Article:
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Windows 7 tips and tweaks

What the Windows Experience Index rating means

How fast is the computer? Is it any good at running Windows? Is it able to play the latest games? What about general applications and office software? These are questions that everyone asks when they buy a new computer or are thinking of buying a new computer. The answers to those questions can be discovered by running a performance test. There's one built into Windows 7 and Vista called Windows Experience Index, but interpreting the results isn't quite so straightforward. In fact, the overall Windows Experience Index figure is actually meaningless. You need to analyse the details to discover what the computer is useful for.

To see the Windows Experience Index for a computer running Vista or Windows 7 you need to go to the Control Panel and open the System tool. In the System section of the window is the Windows Experience Index rating, which ranges from 1.0 (an absolutely rubbish computer), to 7.9 (the fastest most powerul PC money can buy).

The problem with the figure displayed is that it means nothing and it does not tell you anything useful about the performance of the computer. Click the Windows Performance Index link to go to the page where the results are revealed in detail. Now this is much more useful. It shows the individual ratings for the processor, memory, graphics, gaming graphics and hard disk drive. The overall rating displayed on the previous page is actually just the lowest of the five ratings and it is not an average. The lowest figure is displayed without actually saying which component it is for, which is why it's a meaningless figure. A low overall rating does not mean that a computer is poor, it just means that it is poor at something, perhaps just one thing, and it could be absolutely brilliant at everything else. This is why the detailed breakdown is much more useful.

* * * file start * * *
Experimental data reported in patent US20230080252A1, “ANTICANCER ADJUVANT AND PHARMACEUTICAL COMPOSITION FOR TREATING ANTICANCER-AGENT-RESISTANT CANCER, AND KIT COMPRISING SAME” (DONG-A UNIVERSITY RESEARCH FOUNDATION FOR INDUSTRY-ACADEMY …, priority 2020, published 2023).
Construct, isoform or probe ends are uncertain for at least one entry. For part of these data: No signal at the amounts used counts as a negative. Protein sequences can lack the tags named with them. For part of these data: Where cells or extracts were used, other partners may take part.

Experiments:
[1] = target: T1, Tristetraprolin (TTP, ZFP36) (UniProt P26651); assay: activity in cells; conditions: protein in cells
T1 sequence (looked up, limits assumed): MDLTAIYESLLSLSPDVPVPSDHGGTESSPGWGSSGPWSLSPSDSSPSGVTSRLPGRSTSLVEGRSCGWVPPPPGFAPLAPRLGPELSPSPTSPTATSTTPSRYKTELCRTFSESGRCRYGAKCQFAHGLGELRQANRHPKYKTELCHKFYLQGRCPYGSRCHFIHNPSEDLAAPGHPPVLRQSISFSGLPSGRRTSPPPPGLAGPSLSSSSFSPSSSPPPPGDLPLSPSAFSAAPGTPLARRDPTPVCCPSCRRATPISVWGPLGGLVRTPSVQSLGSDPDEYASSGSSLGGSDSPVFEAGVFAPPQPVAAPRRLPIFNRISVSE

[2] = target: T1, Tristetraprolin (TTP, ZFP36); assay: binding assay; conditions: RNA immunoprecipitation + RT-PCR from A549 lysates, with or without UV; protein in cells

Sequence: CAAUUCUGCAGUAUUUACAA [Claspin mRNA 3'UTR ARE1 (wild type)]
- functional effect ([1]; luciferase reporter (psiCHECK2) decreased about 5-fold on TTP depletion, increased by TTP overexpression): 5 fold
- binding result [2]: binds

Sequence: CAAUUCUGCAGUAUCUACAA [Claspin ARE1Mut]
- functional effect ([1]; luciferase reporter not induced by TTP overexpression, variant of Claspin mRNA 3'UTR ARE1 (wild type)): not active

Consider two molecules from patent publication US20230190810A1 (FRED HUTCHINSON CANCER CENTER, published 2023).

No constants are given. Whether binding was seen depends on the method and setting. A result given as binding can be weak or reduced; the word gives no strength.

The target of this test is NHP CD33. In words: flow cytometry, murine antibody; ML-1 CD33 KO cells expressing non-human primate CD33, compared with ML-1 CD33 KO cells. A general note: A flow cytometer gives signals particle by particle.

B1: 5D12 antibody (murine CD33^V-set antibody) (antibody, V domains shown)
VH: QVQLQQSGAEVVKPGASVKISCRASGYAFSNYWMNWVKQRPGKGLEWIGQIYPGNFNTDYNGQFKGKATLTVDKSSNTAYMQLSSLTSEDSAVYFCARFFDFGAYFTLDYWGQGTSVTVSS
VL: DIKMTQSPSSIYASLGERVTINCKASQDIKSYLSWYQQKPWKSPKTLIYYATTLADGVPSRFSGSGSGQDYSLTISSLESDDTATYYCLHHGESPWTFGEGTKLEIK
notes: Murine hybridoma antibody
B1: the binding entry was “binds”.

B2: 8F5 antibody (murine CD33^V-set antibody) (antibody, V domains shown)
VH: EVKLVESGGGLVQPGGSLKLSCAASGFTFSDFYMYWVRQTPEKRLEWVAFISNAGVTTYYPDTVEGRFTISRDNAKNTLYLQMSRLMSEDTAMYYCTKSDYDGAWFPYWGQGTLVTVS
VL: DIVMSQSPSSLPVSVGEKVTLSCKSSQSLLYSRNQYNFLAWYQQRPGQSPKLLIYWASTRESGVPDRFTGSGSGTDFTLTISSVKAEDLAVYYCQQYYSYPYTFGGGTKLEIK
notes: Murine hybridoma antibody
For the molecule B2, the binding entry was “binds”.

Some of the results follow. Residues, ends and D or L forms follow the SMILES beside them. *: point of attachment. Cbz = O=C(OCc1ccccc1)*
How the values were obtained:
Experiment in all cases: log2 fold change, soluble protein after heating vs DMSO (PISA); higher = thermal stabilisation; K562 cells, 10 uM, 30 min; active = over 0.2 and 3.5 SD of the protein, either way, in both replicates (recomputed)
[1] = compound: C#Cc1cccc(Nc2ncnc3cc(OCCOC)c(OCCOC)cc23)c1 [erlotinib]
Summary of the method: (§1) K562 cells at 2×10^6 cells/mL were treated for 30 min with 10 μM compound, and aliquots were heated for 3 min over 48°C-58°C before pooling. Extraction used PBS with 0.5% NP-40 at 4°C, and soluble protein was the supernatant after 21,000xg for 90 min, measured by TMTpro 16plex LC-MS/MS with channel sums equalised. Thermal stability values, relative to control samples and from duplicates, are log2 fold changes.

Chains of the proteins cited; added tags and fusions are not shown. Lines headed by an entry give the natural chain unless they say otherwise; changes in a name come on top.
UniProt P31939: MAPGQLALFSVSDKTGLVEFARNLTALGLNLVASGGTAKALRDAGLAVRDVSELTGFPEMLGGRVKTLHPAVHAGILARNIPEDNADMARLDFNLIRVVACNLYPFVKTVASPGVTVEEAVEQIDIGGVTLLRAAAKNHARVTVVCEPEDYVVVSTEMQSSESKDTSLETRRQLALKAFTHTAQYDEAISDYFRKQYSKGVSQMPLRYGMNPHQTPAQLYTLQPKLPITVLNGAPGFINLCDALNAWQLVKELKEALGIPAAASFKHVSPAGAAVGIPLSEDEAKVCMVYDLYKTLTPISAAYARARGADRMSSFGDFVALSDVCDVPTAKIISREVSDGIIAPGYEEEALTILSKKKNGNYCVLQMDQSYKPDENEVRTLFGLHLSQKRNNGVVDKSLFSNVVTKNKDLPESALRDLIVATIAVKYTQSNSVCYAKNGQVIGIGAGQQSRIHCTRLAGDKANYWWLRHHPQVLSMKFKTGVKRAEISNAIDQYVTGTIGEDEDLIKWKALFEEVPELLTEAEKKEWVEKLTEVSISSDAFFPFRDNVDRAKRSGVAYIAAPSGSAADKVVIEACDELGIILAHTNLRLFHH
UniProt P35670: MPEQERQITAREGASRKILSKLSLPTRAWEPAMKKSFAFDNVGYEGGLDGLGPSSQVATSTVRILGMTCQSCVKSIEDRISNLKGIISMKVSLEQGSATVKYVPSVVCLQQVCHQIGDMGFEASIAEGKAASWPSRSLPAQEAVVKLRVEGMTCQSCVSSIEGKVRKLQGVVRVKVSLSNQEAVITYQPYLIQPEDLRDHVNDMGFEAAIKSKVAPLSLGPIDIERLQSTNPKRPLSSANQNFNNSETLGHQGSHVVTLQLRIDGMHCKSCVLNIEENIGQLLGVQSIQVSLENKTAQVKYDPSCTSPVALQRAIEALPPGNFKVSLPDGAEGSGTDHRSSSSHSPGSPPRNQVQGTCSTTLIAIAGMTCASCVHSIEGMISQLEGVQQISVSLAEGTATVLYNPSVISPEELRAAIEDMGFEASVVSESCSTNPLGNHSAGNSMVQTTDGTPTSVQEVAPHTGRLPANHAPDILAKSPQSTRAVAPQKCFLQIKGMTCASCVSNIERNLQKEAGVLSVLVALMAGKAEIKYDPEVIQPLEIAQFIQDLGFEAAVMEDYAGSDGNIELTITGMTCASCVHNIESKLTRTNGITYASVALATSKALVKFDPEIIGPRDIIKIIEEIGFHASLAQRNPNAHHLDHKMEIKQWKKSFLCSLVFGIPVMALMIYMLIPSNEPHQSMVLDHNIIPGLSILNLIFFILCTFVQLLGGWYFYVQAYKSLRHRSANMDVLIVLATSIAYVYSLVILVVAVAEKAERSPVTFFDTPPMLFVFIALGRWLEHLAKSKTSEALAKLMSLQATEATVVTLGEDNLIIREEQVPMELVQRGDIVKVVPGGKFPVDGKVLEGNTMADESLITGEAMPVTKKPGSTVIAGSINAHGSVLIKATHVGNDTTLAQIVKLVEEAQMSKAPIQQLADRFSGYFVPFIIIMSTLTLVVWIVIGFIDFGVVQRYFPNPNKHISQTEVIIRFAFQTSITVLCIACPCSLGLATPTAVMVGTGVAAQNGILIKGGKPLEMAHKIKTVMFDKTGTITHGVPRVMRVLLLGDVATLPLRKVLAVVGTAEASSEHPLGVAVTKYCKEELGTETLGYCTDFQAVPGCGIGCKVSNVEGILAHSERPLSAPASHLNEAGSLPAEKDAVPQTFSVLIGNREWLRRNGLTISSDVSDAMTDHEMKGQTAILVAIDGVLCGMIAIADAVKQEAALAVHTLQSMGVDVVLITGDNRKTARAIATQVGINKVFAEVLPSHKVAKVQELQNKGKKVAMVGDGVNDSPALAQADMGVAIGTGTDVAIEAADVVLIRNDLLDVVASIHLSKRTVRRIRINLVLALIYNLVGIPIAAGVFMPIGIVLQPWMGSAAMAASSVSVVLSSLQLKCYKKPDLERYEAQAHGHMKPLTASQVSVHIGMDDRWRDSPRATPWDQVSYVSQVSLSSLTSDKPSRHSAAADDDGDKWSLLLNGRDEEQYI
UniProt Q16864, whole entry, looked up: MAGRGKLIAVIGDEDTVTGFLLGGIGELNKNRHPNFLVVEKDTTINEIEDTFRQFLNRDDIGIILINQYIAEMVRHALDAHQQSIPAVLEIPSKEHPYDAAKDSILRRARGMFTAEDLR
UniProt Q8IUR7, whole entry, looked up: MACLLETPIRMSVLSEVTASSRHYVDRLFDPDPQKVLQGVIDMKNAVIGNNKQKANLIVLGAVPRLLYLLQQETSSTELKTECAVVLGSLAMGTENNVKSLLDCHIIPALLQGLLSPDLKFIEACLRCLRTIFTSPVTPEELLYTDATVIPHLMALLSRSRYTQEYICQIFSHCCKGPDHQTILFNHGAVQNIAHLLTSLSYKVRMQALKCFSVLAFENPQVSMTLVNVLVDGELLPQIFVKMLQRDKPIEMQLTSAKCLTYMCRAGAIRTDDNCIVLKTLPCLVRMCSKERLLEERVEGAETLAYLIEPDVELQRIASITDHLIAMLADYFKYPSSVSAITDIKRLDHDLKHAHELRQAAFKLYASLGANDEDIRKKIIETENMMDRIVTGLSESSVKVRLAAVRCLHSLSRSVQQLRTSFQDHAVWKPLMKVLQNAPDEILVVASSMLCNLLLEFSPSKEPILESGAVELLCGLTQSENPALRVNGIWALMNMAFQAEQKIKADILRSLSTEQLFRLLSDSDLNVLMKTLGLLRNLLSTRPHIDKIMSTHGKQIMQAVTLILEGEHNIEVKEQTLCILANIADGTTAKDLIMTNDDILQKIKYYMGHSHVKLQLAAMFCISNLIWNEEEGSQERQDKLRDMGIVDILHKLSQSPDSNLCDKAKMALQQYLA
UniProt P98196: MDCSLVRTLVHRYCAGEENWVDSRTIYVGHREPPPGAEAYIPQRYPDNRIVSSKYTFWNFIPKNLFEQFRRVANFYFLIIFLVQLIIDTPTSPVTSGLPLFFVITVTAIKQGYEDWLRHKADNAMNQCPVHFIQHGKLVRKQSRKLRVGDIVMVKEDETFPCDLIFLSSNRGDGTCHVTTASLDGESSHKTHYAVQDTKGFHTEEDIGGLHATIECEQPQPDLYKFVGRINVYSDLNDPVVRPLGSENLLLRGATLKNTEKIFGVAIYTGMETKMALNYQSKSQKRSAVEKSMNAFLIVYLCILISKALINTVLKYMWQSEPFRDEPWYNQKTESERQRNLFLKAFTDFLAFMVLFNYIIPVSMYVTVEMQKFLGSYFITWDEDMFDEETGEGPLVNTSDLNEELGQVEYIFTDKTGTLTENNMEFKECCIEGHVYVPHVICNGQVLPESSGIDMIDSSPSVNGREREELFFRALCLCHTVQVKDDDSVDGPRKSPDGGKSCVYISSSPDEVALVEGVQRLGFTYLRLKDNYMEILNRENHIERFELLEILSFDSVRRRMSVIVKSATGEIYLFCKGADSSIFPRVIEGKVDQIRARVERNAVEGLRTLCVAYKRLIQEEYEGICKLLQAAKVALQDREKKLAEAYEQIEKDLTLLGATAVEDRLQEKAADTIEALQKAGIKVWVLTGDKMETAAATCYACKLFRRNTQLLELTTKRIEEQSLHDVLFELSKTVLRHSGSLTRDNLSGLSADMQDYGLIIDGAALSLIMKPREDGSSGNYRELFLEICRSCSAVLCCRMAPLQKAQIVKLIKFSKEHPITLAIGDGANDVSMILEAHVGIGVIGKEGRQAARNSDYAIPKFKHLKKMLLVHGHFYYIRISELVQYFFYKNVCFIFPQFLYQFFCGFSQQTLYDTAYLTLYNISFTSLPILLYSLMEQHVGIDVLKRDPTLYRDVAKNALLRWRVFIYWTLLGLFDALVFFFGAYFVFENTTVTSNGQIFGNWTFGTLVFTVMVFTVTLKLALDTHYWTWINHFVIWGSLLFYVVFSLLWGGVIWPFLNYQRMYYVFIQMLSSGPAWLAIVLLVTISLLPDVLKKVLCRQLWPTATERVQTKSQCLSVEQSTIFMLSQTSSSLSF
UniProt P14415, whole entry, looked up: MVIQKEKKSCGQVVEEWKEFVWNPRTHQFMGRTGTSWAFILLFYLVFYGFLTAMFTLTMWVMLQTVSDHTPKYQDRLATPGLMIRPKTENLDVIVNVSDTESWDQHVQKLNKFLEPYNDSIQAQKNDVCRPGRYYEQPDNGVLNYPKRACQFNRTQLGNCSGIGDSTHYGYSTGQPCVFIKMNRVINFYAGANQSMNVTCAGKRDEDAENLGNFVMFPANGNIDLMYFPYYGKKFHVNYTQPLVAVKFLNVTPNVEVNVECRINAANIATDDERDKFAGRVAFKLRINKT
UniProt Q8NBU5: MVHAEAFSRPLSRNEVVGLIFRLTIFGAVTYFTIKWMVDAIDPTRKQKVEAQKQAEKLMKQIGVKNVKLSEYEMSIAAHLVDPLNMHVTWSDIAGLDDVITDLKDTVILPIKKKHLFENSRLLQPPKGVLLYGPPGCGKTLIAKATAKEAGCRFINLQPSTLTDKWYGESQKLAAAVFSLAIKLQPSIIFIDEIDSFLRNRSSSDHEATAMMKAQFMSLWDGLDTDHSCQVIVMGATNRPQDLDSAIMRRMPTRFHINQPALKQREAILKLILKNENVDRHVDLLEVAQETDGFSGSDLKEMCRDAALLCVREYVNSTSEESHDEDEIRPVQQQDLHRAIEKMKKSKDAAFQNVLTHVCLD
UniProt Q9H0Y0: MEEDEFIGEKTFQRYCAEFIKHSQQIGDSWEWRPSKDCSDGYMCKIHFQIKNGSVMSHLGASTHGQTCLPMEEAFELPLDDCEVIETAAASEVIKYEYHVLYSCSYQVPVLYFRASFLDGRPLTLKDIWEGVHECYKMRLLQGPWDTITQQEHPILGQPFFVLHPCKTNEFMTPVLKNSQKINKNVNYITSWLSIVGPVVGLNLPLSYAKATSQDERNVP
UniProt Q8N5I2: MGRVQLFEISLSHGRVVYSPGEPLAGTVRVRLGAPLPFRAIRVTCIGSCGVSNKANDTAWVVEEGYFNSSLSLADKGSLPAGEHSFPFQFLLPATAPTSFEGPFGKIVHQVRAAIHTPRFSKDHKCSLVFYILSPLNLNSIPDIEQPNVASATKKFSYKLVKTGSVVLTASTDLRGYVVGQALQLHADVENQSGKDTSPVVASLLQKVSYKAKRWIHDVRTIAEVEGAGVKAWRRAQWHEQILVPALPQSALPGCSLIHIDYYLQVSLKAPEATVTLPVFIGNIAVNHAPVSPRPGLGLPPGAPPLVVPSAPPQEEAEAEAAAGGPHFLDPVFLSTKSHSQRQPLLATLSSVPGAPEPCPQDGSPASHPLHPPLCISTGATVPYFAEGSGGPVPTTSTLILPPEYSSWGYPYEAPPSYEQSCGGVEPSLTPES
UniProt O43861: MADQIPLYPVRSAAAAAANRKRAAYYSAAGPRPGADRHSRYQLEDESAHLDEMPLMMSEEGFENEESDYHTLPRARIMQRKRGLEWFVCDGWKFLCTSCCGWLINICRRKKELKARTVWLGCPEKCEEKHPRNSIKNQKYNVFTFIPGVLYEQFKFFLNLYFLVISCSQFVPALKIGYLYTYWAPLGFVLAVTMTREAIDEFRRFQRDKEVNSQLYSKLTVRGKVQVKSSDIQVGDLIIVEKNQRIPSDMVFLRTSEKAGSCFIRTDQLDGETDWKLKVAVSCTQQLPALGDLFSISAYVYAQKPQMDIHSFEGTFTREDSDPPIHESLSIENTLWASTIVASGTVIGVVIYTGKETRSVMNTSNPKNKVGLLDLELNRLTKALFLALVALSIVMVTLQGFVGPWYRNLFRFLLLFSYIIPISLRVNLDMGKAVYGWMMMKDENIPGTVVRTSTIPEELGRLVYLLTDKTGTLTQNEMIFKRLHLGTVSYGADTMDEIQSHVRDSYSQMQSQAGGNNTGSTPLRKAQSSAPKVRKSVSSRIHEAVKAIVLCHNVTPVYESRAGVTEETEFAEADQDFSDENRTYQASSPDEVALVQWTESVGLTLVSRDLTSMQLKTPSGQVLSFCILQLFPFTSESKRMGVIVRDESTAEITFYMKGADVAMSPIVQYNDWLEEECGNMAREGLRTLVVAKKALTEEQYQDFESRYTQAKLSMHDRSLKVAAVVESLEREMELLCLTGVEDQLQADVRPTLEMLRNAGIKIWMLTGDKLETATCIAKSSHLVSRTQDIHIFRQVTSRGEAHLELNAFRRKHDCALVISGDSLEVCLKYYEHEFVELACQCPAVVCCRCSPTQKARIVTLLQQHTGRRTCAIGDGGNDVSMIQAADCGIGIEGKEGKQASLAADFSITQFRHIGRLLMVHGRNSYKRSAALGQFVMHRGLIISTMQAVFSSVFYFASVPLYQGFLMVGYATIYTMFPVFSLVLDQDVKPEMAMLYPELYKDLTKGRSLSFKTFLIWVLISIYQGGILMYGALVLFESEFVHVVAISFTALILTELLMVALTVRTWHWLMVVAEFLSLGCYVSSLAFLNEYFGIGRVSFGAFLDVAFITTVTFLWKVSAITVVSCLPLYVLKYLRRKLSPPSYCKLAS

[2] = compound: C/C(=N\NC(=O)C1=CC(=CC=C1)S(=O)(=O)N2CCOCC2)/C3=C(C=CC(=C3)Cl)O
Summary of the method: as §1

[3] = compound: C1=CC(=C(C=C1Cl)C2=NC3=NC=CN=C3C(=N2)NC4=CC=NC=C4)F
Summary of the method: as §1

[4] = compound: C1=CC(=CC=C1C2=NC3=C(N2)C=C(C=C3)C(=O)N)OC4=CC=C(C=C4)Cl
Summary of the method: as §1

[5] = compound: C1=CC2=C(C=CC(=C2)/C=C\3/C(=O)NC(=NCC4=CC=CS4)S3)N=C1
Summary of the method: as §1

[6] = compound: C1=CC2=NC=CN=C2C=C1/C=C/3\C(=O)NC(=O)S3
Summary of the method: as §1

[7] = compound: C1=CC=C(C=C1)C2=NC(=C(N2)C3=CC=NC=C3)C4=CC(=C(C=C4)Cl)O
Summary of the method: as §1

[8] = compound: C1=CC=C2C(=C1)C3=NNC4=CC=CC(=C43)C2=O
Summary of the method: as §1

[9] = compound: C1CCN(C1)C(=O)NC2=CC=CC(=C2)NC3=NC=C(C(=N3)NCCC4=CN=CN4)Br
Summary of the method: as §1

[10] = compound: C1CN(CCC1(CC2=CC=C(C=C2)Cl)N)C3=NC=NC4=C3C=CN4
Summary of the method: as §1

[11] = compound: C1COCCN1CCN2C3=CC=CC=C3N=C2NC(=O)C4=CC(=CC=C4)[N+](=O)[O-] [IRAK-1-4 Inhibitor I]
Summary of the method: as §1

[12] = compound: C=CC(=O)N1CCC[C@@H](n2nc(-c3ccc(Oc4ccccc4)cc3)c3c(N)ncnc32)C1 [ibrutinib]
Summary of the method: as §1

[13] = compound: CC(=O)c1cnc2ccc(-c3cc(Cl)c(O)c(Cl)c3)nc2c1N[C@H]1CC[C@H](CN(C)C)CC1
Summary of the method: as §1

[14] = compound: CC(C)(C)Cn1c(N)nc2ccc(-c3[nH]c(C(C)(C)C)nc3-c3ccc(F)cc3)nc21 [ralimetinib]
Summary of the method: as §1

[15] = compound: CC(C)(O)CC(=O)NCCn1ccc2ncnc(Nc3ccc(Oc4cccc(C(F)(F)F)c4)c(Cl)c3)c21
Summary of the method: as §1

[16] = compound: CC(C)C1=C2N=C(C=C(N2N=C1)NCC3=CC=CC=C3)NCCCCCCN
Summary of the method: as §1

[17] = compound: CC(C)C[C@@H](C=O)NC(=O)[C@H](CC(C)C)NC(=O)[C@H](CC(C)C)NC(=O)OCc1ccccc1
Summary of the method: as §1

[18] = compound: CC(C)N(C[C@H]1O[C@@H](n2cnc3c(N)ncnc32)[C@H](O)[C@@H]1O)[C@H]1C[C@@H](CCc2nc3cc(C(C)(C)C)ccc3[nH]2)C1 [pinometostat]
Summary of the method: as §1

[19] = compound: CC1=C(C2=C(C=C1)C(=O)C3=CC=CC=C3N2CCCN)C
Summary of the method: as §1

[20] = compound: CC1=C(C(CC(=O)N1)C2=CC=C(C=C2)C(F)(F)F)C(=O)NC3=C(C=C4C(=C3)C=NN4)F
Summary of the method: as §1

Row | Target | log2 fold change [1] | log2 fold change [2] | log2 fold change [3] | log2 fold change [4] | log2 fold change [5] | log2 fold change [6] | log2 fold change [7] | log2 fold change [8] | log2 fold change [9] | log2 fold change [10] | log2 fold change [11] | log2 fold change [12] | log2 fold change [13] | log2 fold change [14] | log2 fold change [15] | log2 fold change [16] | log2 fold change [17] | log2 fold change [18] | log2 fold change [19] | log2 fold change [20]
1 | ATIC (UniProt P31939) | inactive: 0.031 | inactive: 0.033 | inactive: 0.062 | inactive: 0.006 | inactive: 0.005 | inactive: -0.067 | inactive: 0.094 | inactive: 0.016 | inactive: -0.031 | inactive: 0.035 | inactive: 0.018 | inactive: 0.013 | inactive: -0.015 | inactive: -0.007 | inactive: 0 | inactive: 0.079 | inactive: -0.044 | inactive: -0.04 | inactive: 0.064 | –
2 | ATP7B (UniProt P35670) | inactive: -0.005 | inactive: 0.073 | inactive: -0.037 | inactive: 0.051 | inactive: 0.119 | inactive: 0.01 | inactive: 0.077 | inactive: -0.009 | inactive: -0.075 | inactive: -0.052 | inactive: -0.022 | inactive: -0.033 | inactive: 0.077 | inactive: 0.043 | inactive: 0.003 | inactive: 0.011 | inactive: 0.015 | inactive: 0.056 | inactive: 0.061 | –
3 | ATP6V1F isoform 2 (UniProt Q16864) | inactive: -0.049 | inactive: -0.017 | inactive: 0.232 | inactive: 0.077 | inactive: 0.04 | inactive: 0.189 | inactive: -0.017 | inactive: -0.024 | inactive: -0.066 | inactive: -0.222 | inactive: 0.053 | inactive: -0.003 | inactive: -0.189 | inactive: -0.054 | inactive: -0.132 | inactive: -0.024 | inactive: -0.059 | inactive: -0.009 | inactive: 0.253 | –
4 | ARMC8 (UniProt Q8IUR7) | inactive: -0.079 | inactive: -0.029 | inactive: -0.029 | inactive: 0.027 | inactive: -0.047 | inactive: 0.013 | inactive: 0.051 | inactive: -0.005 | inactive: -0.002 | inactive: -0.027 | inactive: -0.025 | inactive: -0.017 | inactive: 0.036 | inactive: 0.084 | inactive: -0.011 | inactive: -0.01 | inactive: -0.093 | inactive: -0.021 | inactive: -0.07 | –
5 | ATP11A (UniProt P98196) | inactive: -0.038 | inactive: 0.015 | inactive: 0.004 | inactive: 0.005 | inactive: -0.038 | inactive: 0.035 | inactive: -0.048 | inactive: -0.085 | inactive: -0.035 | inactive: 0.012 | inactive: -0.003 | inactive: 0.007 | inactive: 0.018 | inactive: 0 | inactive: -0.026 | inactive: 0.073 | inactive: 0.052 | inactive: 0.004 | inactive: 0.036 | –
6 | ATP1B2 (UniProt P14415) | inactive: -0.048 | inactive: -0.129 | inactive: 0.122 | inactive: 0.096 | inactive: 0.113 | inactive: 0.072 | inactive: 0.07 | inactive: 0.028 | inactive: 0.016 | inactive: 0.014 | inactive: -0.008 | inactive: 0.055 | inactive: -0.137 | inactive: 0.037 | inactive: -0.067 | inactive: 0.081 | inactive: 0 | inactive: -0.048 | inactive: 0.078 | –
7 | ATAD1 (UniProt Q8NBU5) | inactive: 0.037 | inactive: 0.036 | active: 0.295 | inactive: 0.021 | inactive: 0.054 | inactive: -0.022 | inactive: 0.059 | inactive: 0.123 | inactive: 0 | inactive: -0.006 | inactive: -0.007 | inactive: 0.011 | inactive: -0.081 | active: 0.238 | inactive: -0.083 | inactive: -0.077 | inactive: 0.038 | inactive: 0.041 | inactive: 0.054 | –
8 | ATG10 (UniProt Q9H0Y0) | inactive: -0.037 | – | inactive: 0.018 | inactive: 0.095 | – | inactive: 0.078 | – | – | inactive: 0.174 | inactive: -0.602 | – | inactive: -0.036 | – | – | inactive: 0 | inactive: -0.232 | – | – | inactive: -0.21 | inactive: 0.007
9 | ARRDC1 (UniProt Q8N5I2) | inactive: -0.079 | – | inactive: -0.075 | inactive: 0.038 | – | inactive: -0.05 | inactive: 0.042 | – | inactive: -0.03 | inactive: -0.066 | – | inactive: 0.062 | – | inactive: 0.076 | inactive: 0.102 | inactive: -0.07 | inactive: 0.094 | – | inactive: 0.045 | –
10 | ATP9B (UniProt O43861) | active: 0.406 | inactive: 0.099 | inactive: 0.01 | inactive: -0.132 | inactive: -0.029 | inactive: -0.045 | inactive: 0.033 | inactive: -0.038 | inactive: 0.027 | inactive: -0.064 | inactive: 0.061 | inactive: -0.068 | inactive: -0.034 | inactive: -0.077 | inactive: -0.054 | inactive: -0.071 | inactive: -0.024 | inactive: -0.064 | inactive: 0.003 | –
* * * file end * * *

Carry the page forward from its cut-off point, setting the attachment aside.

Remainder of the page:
Windows Performance Index rating

Look at the example above. The overall Windows Performance Index rating for this computer is just 3.5, which would seem to indicate that it is a poor computer. However, the detailed results show that it has a super fast processor with a rating of 7.2 out of a maximum of 7.9. The memory is pretty good at 5.9 and so is the hard disk drive, also at 5.9. This means that it will fly through any processor-intensive tasks. General applications will run very quickly indeed.

The reason for the low overall Windows Performance Index rating is the gaming graphics score. A value of 3.5 means that it won't be able to play the latest games at super-high resolution with all the graphical effects turned on. It will certainly be able to run simpler games that are less graphically demanding though, so older titles running at a low resolution with some of the graphical effects turned off are probably OK.

The detailed ratings show that this computer is poor for anyone that takes gaming seriously, but for most other tasks it will be fine and the desktop performance for Windows Aero is an OK-ish 4.5.

Of course, it is perfectly possible for a computer to have a really powerful video card that produces a high gaming graphics rating, but has a budget processor that has a low rating. Games rely more on the capabilities of the video card than the processor, so this would be fine for playing games, even though the overall Windows Performance Index rating is low because of the low processor score.

Of course, the ideal computer would have high ratings in every category. The ratings shown above are for a computer using onboard Intel graphics and adding the latest Nvidia or ATI graphics card would transform the gaming capabilities. The individual ratings therefore show what you need to upgrade - processor, memory, graphics or disk.

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